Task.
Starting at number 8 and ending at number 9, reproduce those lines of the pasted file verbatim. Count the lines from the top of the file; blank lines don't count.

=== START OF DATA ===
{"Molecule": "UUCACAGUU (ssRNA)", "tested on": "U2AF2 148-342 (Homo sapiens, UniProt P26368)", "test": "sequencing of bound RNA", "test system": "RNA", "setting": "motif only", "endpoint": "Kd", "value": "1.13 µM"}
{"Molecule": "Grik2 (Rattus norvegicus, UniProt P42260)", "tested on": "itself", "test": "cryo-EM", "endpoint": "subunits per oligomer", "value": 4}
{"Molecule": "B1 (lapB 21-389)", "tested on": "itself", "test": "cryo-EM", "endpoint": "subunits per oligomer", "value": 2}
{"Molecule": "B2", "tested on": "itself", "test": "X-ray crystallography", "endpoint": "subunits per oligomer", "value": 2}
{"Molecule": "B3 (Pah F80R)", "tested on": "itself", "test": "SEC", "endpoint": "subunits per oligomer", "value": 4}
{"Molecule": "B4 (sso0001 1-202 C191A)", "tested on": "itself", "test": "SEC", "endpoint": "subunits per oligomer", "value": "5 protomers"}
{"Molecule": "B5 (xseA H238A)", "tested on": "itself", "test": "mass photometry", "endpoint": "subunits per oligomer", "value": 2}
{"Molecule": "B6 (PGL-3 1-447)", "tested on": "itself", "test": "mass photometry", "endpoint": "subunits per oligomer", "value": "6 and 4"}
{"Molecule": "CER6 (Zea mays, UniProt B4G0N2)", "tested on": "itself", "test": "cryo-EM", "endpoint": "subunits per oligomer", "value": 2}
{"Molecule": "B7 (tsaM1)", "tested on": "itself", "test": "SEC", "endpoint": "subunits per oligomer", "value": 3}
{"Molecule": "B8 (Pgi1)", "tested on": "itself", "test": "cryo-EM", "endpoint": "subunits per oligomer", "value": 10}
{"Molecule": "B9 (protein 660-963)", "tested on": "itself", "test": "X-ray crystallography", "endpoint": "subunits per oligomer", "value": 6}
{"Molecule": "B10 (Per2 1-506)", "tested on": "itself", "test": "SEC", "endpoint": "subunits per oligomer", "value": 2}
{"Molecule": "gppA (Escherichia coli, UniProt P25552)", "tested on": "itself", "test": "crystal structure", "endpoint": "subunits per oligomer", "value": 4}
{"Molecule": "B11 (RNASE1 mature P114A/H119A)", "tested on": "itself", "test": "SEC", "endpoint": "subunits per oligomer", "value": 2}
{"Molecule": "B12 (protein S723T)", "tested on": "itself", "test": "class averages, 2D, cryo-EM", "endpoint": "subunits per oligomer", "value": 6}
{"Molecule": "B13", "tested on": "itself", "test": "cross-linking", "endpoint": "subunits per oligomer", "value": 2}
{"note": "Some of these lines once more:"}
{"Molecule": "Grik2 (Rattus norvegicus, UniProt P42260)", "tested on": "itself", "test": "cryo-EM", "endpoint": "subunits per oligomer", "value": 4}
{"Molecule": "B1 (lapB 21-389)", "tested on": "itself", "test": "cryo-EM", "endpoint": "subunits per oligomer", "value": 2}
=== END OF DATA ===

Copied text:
{"Molecule": "B6 (PGL-3 1-447)", "tested on": "itself", "test": "mass photometry", "endpoint": "subunits per oligomer", "value": "6 and 4"}
{"Molecule": "CER6 (Zea mays, UniProt B4G0N2)", "tested on": "itself", "test": "cryo-EM", "endpoint": "subunits per oligomer", "value": 2}